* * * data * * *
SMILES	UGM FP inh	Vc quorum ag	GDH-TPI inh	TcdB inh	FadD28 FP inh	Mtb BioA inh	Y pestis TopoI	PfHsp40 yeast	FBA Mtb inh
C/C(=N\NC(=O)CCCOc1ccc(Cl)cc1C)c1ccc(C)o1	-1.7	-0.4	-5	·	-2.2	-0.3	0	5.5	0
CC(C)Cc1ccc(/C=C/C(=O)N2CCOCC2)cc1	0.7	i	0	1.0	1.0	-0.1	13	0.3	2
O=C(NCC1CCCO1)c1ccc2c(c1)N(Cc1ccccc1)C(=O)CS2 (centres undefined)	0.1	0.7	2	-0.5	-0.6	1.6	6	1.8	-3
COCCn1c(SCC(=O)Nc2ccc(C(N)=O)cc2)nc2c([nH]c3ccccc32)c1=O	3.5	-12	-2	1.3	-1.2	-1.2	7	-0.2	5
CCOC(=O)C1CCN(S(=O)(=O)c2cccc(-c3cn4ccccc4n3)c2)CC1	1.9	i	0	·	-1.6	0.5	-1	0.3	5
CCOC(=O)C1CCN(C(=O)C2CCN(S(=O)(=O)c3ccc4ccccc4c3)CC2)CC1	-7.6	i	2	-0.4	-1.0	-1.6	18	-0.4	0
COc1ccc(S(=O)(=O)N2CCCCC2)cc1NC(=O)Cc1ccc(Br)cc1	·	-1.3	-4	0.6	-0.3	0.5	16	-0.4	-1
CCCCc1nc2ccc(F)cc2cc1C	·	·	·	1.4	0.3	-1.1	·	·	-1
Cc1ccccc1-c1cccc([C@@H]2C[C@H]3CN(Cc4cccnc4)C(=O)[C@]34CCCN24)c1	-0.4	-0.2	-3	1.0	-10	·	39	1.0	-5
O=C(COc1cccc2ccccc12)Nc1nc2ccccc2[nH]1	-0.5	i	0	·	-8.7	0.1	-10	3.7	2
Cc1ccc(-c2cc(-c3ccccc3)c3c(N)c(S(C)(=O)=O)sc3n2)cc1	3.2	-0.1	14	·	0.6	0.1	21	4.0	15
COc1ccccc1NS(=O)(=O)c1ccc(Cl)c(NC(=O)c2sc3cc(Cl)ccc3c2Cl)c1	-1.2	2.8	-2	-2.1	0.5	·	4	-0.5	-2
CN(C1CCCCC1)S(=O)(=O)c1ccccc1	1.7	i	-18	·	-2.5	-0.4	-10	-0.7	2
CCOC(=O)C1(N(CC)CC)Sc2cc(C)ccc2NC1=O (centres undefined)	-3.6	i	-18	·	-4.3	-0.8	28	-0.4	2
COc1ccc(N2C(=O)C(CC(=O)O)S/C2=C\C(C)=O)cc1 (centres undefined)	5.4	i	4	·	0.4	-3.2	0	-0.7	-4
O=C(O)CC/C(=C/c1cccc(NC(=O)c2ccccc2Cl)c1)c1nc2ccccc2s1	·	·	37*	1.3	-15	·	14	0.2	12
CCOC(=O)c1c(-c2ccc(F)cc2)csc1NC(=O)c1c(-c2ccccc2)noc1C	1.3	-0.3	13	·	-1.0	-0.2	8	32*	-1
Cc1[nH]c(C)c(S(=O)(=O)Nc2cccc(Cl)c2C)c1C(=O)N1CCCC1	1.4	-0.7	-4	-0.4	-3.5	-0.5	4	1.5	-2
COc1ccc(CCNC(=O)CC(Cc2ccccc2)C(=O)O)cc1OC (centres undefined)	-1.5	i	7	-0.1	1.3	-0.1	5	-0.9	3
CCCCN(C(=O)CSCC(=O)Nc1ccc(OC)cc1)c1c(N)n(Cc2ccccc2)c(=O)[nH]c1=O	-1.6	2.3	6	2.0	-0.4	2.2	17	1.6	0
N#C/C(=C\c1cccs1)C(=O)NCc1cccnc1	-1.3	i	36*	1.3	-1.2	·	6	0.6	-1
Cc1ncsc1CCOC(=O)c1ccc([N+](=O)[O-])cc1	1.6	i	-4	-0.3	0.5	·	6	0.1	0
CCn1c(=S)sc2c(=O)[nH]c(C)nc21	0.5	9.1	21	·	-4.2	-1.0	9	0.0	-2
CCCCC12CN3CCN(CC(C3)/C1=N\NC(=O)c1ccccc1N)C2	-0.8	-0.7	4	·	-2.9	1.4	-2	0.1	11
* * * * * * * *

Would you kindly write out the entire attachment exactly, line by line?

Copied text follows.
SMILES	UGM FP inh	Vc quorum ag	GDH-TPI inh	TcdB inh	FadD28 FP inh	Mtb BioA inh	Y pestis TopoI	PfHsp40 yeast	FBA Mtb inh
C/C(=N\NC(=O)CCCOc1ccc(Cl)cc1C)c1ccc(C)o1	-1.7	-0.4	-5	·	-2.2	-0.3	0	5.5	0
CC(C)Cc1ccc(/C=C/C(=O)N2CCOCC2)cc1	0.7	i	0	1.0	1.0	-0.1	13	0.3	2
O=C(NCC1CCCO1)c1ccc2c(c1)N(Cc1ccccc1)C(=O)CS2 (centres undefined)	0.1	0.7	2	-0.5	-0.6	1.6	6	1.8	-3
COCCn1c(SCC(=O)Nc2ccc(C(N)=O)cc2)nc2c([nH]c3ccccc32)c1=O	3.5	-12	-2	1.3	-1.2	-1.2	7	-0.2	5
CCOC(=O)C1CCN(S(=O)(=O)c2cccc(-c3cn4ccccc4n3)c2)CC1	1.9	i	0	·	-1.6	0.5	-1	0.3	5
CCOC(=O)C1CCN(C(=O)C2CCN(S(=O)(=O)c3ccc4ccccc4c3)CC2)CC1	-7.6	i	2	-0.4	-1.0	-1.6	18	-0.4	0
COc1ccc(S(=O)(=O)N2CCCCC2)cc1NC(=O)Cc1ccc(Br)cc1	·	-1.3	-4	0.6	-0.3	0.5	16	-0.4	-1
CCCCc1nc2ccc(F)cc2cc1C	·	·	·	1.4	0.3	-1.1	·	·	-1
Cc1ccccc1-c1cccc([C@@H]2C[C@H]3CN(Cc4cccnc4)C(=O)[C@]34CCCN24)c1	-0.4	-0.2	-3	1.0	-10	·	39	1.0	-5
O=C(COc1cccc2ccccc12)Nc1nc2ccccc2[nH]1	-0.5	i	0	·	-8.7	0.1	-10	3.7	2
Cc1ccc(-c2cc(-c3ccccc3)c3c(N)c(S(C)(=O)=O)sc3n2)cc1	3.2	-0.1	14	·	0.6	0.1	21	4.0	15
COc1ccccc1NS(=O)(=O)c1ccc(Cl)c(NC(=O)c2sc3cc(Cl)ccc3c2Cl)c1	-1.2	2.8	-2	-2.1	0.5	·	4	-0.5	-2
CN(C1CCCCC1)S(=O)(=O)c1ccccc1	1.7	i	-18	·	-2.5	-0.4	-10	-0.7	2
CCOC(=O)C1(N(CC)CC)Sc2cc(C)ccc2NC1=O (centres undefined)	-3.6	i	-18	·	-4.3	-0.8	28	-0.4	2
COc1ccc(N2C(=O)C(CC(=O)O)S/C2=C\C(C)=O)cc1 (centres undefined)	5.4	i	4	·	0.4	-3.2	0	-0.7	-4
O=C(O)CC/C(=C/c1cccc(NC(=O)c2ccccc2Cl)c1)c1nc2ccccc2s1	·	·	37*	1.3	-15	·	14	0.2	12
CCOC(=O)c1c(-c2ccc(F)cc2)csc1NC(=O)c1c(-c2ccccc2)noc1C	1.3	-0.3	13	·	-1.0	-0.2	8	32*	-1
Cc1[nH]c(C)c(S(=O)(=O)Nc2cccc(Cl)c2C)c1C(=O)N1CCCC1	1.4	-0.7	-4	-0.4	-3.5	-0.5	4	1.5	-2
COc1ccc(CCNC(=O)CC(Cc2ccccc2)C(=O)O)cc1OC (centres undefined)	-1.5	i	7	-0.1	1.3	-0.1	5	-0.9	3
CCCCN(C(=O)CSCC(=O)Nc1ccc(OC)cc1)c1c(N)n(Cc2ccccc2)c(=O)[nH]c1=O	-1.6	2.3	6	2.0	-0.4	2.2	17	1.6	0
N#C/C(=C\c1cccs1)C(=O)NCc1cccnc1	-1.3	i	36*	1.3	-1.2	·	6	0.6	-1
Cc1ncsc1CCOC(=O)c1ccc([N+](=O)[O-])cc1	1.6	i	-4	-0.3	0.5	·	6	0.1	0
CCn1c(=S)sc2c(=O)[nH]c(C)nc21	0.5	9.1	21	·	-4.2	-1.0	9	0.0	-2
CCCCC12CN3CCN(CC(C3)/C1=N\NC(=O)c1ccccc1N)C2	-0.8	-0.7	4	·	-2.9	1.4	-2	0.1	11